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Very slow wifi, works fine in safe mode with networking

I've been out of the house for 5 days while my wood floors were refinished, and now that I am back my wifi is much much slower than normal. It will be okay at random moments for maybe 30 seconds to 3 minutes but then slows down to the point where it's almost unusable. When I take speed tests (even when wifi is slow) I get high download speeds, yet browsing and gaming is nearly impossible. (Example)
I tried safe mode with networking and my speeds are back where they should be. When I boot out of safemode the speeds are unreliable again. I've installed malwarebytes but nothing was found. Looking for suggestions :|
Reply to Kazma
10 answers Last reply Best Answer
More about slow wifi works fine safe mode networking
  1. Have you tested this with more then computer?

    Have you tested this with hardwired ethernet?
    Reply to boosted1g
  2. Best answer
    Alright. I know this. press windows key. type cmd. and run it as admin and type ipconfig /flushdns and turn the computer off. At this time also unplug router for 60 seconds and then turn the router on. Do not turn your computer back on until all the lights on the router are as they were before turning it off.
    Reply to Bluesh1ft
  3. boosted1g said:
    Have you tested this with more then computer?

    Have you tested this with hardwired ethernet?


    I've tried on other PCs and they all connect fine. I cannot use ethernet due to the location of my modem.
    Reply to Kazma
  4. Bluesh1ft said:
    Alright. I know this. press windows key. type cmd. and run it as admin and type ipconfig /flushdns and turn the computer off. At this time also unplug router for 60 seconds and then turn the router on. Do not turn your computer back on until all the lights on the router are as they were before turning it off.


    Trying this now.
    Reply to Kazma
  5. Kazma said:
    Bluesh1ft said:
    Alright. I know this. press windows key. type cmd. and run it as admin and type ipconfig /flushdns and turn the computer off. At this time also unplug router for 60 seconds and then turn the router on. Do not turn your computer back on until all the lights on the router are as they were before turning it off.


    Trying this now.

    Work on no?
    Reply to Bluesh1ft
  6. Kazma said:
    boosted1g said:
    Have you tested this with more then computer?

    Have you tested this with hardwired ethernet?


    I've tried on other PCs and they all connect fine. I cannot use ethernet due to the location of my modem.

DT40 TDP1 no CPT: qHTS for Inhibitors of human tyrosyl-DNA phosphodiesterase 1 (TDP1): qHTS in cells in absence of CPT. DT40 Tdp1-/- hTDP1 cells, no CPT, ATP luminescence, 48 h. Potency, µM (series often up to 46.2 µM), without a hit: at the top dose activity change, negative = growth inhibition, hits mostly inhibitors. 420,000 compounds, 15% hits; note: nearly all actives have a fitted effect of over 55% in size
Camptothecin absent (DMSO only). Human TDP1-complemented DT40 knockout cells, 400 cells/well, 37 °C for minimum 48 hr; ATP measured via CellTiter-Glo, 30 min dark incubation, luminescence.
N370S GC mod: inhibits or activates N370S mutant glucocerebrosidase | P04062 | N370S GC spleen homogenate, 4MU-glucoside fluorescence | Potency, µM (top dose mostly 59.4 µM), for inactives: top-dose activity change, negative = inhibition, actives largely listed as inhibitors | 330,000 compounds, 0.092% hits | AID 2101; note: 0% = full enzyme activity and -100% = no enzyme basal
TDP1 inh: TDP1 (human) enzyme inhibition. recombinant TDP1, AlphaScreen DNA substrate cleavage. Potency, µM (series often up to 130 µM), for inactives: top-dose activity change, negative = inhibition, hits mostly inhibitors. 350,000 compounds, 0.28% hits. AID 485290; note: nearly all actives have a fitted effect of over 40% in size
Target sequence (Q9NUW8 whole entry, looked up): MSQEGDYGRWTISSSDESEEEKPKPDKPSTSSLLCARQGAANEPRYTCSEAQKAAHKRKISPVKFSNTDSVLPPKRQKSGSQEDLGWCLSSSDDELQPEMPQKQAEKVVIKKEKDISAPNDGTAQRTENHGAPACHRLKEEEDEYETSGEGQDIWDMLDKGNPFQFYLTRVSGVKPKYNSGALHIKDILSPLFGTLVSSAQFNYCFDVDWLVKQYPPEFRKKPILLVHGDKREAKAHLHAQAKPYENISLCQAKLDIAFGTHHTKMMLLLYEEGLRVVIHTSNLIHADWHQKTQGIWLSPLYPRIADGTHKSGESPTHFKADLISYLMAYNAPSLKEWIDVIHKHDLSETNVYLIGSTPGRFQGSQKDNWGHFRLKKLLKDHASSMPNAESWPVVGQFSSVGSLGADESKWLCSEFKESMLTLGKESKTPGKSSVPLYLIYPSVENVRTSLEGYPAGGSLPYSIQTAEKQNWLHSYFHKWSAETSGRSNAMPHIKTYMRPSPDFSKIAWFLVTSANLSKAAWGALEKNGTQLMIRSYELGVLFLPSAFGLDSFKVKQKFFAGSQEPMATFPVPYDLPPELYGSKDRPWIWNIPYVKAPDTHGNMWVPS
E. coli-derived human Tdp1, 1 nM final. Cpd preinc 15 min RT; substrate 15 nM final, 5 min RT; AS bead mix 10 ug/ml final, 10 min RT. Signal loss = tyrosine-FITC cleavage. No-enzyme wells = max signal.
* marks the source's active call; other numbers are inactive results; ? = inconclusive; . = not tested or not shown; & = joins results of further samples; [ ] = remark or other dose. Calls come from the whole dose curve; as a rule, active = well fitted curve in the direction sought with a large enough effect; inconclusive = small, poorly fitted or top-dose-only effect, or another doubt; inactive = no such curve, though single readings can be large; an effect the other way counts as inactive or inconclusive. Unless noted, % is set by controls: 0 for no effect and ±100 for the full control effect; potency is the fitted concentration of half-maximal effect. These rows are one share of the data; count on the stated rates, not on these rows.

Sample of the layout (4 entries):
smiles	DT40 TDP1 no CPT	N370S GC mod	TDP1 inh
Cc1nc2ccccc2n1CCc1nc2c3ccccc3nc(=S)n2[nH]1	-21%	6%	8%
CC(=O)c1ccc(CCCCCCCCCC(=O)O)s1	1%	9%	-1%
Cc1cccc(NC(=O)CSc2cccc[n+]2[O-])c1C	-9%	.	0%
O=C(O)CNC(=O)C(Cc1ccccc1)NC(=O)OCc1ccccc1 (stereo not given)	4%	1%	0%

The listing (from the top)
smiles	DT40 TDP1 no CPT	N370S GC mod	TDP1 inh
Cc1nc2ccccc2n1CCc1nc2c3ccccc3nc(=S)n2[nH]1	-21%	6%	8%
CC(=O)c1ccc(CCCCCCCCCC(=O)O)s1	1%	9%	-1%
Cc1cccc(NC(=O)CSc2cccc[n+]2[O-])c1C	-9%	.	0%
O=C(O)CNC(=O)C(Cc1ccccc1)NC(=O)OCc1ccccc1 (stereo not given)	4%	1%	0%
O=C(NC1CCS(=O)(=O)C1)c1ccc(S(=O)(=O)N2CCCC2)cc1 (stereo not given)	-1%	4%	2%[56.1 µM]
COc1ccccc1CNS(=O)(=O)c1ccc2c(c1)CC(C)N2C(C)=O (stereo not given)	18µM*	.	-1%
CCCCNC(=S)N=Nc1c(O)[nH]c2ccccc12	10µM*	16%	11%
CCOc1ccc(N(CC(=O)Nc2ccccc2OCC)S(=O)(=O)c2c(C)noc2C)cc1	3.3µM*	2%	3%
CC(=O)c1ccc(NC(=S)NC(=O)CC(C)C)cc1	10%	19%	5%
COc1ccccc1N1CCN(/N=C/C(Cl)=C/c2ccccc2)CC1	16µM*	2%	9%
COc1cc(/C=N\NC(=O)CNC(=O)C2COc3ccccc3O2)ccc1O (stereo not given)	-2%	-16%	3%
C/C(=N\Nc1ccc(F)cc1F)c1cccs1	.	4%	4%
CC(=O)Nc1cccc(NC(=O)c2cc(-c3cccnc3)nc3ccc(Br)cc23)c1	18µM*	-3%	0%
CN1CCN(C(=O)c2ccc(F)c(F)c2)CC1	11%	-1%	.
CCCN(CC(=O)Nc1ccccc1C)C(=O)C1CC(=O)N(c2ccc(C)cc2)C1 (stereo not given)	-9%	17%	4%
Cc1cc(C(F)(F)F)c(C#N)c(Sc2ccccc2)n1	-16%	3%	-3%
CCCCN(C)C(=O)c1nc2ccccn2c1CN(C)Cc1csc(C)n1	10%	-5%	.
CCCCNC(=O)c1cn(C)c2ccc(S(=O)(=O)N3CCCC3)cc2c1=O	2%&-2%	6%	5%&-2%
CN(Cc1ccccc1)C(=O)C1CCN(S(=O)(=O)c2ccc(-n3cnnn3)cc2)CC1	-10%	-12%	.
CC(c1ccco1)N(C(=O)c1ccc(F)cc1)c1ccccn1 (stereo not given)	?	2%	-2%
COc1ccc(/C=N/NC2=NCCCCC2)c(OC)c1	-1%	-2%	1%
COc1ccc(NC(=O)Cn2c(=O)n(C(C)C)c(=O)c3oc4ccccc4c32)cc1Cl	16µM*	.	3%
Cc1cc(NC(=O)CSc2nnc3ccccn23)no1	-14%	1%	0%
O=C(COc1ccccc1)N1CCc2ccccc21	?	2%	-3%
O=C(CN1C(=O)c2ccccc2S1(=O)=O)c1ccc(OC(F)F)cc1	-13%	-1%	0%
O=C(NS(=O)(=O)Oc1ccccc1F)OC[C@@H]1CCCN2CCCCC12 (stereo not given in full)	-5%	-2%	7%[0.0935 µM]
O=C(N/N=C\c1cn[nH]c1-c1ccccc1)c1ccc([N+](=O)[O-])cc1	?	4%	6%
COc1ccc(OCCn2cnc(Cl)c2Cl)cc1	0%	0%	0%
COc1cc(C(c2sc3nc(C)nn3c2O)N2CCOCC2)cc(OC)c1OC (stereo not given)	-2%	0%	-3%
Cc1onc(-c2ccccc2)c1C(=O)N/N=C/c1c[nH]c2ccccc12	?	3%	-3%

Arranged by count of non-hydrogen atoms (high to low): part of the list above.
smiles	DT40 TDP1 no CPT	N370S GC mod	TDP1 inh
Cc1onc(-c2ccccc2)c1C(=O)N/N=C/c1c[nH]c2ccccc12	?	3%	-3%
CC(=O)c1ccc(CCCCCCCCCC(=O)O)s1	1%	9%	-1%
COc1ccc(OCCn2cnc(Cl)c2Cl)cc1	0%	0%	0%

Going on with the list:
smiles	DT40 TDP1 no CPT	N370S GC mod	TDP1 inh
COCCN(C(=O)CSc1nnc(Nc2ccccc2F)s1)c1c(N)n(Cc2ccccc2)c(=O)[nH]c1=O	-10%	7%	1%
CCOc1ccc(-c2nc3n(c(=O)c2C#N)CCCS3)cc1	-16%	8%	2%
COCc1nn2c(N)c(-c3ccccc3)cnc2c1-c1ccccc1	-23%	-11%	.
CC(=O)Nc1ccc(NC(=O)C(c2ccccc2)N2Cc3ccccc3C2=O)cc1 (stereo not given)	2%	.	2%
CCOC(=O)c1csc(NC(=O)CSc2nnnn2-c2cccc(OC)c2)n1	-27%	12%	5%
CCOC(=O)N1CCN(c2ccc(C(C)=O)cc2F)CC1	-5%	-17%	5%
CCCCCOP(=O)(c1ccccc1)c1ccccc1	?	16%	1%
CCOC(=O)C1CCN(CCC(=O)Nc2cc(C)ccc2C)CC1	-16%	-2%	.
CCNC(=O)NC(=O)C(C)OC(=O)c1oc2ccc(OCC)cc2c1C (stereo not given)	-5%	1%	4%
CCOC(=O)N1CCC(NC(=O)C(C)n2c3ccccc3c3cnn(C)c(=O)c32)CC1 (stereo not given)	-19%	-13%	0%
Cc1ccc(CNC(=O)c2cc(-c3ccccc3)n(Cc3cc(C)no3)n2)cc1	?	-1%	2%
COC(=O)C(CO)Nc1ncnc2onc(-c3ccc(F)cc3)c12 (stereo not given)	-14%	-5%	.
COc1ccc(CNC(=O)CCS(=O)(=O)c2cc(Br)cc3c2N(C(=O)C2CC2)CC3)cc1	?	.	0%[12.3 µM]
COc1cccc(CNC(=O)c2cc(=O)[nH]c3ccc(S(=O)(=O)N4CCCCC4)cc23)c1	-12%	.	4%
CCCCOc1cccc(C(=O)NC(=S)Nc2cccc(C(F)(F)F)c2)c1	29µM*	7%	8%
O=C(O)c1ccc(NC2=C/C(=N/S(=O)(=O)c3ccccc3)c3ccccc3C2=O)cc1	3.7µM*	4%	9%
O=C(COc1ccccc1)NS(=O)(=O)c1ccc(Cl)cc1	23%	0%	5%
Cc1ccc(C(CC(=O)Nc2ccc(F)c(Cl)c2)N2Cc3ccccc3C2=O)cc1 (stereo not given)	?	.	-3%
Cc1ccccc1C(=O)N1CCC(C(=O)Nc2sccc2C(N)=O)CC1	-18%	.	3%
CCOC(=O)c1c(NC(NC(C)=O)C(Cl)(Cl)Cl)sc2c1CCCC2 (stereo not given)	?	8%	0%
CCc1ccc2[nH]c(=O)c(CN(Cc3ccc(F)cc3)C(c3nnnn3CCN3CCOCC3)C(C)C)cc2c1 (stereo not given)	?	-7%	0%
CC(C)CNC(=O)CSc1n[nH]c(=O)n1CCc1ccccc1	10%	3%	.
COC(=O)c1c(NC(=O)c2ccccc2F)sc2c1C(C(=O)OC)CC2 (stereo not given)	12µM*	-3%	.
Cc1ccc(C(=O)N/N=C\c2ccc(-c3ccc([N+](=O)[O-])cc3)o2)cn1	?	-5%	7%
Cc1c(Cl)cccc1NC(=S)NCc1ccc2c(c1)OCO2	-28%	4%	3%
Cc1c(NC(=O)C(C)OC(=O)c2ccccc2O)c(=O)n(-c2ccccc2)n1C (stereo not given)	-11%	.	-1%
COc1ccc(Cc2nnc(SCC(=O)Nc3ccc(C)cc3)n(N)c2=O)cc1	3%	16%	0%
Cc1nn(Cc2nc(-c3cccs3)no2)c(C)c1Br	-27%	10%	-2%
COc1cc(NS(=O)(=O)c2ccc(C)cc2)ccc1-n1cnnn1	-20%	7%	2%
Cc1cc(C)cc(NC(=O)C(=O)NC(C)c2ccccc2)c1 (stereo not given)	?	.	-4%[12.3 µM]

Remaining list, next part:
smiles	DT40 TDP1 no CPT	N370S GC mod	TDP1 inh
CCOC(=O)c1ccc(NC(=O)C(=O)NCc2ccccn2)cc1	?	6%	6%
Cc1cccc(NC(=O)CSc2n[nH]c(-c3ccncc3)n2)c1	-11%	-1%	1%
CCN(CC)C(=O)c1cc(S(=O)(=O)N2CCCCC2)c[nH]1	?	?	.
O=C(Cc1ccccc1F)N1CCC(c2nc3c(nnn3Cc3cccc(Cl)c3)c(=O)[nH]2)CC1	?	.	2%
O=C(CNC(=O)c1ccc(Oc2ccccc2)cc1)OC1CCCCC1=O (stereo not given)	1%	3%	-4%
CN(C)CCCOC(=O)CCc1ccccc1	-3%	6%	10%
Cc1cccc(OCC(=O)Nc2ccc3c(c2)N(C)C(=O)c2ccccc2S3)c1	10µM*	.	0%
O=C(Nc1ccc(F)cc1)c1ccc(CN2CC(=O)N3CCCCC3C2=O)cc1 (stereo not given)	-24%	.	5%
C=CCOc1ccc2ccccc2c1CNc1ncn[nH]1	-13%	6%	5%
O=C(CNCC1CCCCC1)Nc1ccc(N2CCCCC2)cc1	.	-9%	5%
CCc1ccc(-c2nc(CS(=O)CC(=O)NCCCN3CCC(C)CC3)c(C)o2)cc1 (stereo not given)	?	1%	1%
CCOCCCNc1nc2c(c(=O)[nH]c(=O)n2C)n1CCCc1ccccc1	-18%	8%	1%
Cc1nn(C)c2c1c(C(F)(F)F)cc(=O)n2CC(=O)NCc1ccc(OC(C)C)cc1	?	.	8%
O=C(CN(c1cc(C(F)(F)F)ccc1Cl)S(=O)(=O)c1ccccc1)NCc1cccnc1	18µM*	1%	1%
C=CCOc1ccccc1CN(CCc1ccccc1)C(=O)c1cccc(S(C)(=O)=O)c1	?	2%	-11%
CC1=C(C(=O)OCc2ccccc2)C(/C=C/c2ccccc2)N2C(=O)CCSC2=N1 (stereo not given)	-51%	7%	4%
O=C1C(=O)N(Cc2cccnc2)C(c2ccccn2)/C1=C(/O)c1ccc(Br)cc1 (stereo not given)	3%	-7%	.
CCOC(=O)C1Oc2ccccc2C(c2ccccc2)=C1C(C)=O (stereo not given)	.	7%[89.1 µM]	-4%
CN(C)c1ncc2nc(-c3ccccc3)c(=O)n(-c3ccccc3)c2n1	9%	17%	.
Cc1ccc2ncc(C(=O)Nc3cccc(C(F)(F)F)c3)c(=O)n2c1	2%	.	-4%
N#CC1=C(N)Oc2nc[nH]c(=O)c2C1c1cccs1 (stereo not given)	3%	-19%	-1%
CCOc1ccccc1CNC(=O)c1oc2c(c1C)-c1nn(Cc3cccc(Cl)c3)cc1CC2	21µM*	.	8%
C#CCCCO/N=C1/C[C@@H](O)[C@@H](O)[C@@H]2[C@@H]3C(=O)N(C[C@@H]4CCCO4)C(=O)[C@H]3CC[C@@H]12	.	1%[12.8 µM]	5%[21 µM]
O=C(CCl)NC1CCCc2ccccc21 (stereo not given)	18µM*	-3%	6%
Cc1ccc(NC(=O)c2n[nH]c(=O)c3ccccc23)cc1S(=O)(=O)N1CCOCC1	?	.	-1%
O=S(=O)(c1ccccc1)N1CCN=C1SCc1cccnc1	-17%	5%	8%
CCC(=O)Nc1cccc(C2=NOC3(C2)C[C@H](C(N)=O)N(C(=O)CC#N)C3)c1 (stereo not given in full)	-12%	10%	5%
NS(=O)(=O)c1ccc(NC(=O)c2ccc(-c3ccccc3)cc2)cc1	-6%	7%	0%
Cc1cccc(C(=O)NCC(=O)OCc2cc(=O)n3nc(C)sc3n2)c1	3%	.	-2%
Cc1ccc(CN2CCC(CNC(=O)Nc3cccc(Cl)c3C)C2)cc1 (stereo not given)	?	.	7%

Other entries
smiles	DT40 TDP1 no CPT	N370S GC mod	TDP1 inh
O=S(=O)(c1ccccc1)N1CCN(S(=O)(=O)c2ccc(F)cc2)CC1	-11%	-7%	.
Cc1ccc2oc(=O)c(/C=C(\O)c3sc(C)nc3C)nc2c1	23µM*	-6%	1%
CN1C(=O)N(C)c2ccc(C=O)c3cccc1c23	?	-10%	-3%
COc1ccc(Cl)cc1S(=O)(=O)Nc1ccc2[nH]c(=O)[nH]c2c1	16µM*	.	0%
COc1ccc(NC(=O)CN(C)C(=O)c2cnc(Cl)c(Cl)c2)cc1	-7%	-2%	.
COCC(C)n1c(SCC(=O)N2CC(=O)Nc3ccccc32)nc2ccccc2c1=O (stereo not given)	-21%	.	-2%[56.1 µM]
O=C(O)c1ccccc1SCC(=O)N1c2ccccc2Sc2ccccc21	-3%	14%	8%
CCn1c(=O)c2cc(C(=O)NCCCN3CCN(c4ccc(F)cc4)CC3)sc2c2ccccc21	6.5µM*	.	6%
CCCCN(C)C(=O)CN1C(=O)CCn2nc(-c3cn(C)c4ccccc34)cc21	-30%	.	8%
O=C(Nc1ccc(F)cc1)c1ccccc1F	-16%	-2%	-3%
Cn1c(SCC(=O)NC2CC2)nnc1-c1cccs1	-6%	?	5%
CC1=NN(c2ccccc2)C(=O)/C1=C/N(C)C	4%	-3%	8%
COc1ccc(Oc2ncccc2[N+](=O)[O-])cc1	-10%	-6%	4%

Testing with wired lets you know if it is a wifi problem (either signal or wifi chip), or a problem with windows and networking as a whole. It is a very important troubleshooting step to diagnose the root of the problem. So it might be inconvenient to have to move a desktop temporarily but it is necessary
    Reply to boosted1g
  7. Uhm. You can try going into the wifi router control panel and changing the channel setting to A less common one like 5 or 7
    Reply to Bluesh1ft
  8. Bluesh1ft said:
    Uhm. You can try going into the wifi router control panel and changing the channel setting to A less common one like 5 or 7


    Setting it to 5 or 7 wont help because of the way wifi frequencies overlap, read bellow:

    @ Kazma: This is likely not your issue at all but wanted to clarify misinformation.

    There are 11 (or 14 depending on where you are at in the world) different wifi channels for the 2.4 ghz band, but this is very misleading because they overlap. So the real only non-overlapping channels are 1, 6, and 11. With a N150 connection if on channel 1 it really interferes with channel 1-3, if on channel 6 it interfers with 4-8. With an N300 that it is even worse because you are using 2 channels so with channel 1 you are using 1-5; if on channel 6 and doing N300 you are interfering with bands 4-10.

    The best advice is to use a wifi scanner app (plenty for iOS and andorid), and look at channels 1,6, and 11 and find the one with the lowest max signal reading (anything at -80 dBm or lower is very weak, -90 and lower is completely not a factor). So if you have 3 neighbors on 1, 3 on 6, and 4 on 11; highest signal on 1 is -82, highest on 6 is -75, and highest on 11 is -63 then you would want to use channel 1 since -82 is the lowest.

    In a very crowded urban area (like a large apartment building) then you may get so oversaturated with wifi signal that all 3 primary channels have high signal strength. At that point choosing one of the off-beat channels would help, although I would at least suggest going 2-3 channels over from a primary channel instead of just 1.
    Reply to boosted1g
  9. Bluesh1ft said:
    Alright. I know this. press windows key. type cmd. and run it as admin and type ipconfig /flushdns and turn the computer off. At this time also unplug router for 60 seconds and then turn the router on. Do not turn your computer back on until all the lights on the router are as they were before turning it off.

    Seems to be working after this (sorry for late reply) but I'm going to give it an hour and see if it stays this way. Will report back.
    Reply to Kazma
  10. Bluesh1ft said:
    Alright. I know this. press windows key. type cmd. and run it as admin and type ipconfig /flushdns and turn the computer off. At this time also unplug router for 60 seconds and then turn the router on. Do not turn your computer back on until all the lights on the router are as they were before turning it off.


    Worked like a charm! Thanks.
    Reply to Kazma
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